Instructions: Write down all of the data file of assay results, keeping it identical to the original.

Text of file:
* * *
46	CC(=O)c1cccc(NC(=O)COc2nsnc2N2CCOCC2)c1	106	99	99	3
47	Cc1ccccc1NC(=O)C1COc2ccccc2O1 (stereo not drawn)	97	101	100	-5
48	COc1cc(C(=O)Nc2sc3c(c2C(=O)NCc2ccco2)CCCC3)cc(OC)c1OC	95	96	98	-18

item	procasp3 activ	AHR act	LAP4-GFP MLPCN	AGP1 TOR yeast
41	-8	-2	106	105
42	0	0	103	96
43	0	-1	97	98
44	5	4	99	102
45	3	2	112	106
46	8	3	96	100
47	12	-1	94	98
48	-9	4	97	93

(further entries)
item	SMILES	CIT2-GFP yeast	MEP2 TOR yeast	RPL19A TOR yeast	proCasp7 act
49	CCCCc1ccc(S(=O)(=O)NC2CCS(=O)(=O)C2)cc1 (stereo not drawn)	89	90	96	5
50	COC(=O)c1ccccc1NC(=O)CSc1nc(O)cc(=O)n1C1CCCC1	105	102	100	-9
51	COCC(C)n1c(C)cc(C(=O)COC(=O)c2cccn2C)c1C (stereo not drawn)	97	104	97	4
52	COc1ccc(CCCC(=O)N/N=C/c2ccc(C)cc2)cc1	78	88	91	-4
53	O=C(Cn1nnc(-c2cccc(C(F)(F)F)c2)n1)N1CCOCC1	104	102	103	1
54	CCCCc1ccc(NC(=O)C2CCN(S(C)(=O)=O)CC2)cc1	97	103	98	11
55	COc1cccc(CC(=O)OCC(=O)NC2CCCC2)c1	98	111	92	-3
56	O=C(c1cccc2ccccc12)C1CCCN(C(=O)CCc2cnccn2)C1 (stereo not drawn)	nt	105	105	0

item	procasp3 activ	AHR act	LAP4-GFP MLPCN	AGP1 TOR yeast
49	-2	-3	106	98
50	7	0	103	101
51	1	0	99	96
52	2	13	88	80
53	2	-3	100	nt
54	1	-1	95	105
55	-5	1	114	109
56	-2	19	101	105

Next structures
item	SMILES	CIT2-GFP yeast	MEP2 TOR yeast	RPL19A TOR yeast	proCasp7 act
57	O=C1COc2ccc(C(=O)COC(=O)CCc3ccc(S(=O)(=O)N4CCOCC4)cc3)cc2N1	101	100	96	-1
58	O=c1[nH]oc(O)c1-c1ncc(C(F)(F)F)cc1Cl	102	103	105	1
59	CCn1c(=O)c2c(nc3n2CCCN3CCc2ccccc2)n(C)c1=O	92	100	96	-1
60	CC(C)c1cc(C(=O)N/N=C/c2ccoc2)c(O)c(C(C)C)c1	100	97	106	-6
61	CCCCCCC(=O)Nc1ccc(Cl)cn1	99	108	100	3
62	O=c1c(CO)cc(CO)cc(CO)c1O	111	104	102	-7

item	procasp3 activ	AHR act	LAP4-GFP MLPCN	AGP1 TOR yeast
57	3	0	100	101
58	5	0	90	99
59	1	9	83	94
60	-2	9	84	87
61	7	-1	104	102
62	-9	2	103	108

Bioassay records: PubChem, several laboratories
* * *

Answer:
46	CC(=O)c1cccc(NC(=O)COc2nsnc2N2CCOCC2)c1	106	99	99	3
47	Cc1ccccc1NC(=O)C1COc2ccccc2O1 (stereo not drawn)	97	101	100	-5
48	COc1cc(C(=O)Nc2sc3c(c2C(=O)NCc2ccco2)CCCC3)cc(OC)c1OC	95	96	98	-18

item	procasp3 activ	AHR act	LAP4-GFP MLPCN	AGP1 TOR yeast
41	-8	-2	106	105
42	0	0	103	96
43	0	-1	97	98
44	5	4	99	102
45	3	2	112	106
46	8	3	96	100
47	12	-1	94	98
48	-9	4	97	93

(further entries)
item	SMILES	CIT2-GFP yeast	MEP2 TOR yeast	RPL19A TOR yeast	proCasp7 act
49	CCCCc1ccc(S(=O)(=O)NC2CCS(=O)(=O)C2)cc1 (stereo not drawn)	89	90	96	5
50	COC(=O)c1ccccc1NC(=O)CSc1nc(O)cc(=O)n1C1CCCC1	105	102	100	-9
51	COCC(C)n1c(C)cc(C(=O)COC(=O)c2cccn2C)c1C (stereo not drawn)	97	104	97	4
52	COc1ccc(CCCC(=O)N/N=C/c2ccc(C)cc2)cc1	78	88	91	-4
53	O=C(Cn1nnc(-c2cccc(C(F)(F)F)c2)n1)N1CCOCC1	104	102	103	1
54	CCCCc1ccc(NC(=O)C2CCN(S(C)(=O)=O)CC2)cc1	97	103	98	11
55	COc1cccc(CC(=O)OCC(=O)NC2CCCC2)c1	98	111	92	-3
56	O=C(c1cccc2ccccc12)C1CCCN(C(=O)CCc2cnccn2)C1 (stereo not drawn)	nt	105	105	0

item	procasp3 activ	AHR act	LAP4-GFP MLPCN	AGP1 TOR yeast
49	-2	-3	106	98
50	7	0	103	101
51	1	0	99	96
52	2	13	88	80
53	2	-3	100	nt
54	1	-1	95	105
55	-5	1	114	109
56	-2	19	101	105

Next structures
item	SMILES	CIT2-GFP yeast	MEP2 TOR yeast	RPL19A TOR yeast	proCasp7 act
57	O=C1COc2ccc(C(=O)COC(=O)CCc3ccc(S(=O)(=O)N4CCOCC4)cc3)cc2N1	101	100	96	-1
58	O=c1[nH]oc(O)c1-c1ncc(C(F)(F)F)cc1Cl	102	103	105	1
59	CCn1c(=O)c2c(nc3n2CCCN3CCc2ccccc2)n(C)c1=O	92	100	96	-1
60	CC(C)c1cc(C(=O)N/N=C/c2ccoc2)c(O)c(C(C)C)c1	100	97	106	-6
61	CCCCCCC(=O)Nc1ccc(Cl)cn1	99	108	100	3
62	O=c1c(CO)cc(CO)cc(CO)c1O	111	104	102	-7

item	procasp3 activ	AHR act	LAP4-GFP MLPCN	AGP1 TOR yeast
57	3	0	100	101
58	5	0	90	99
59	1	9	83	94
60	-2	9	84	87
61	7	-1	104	102
62	-9	2	103	108

Bioassay records: PubChem, several laboratories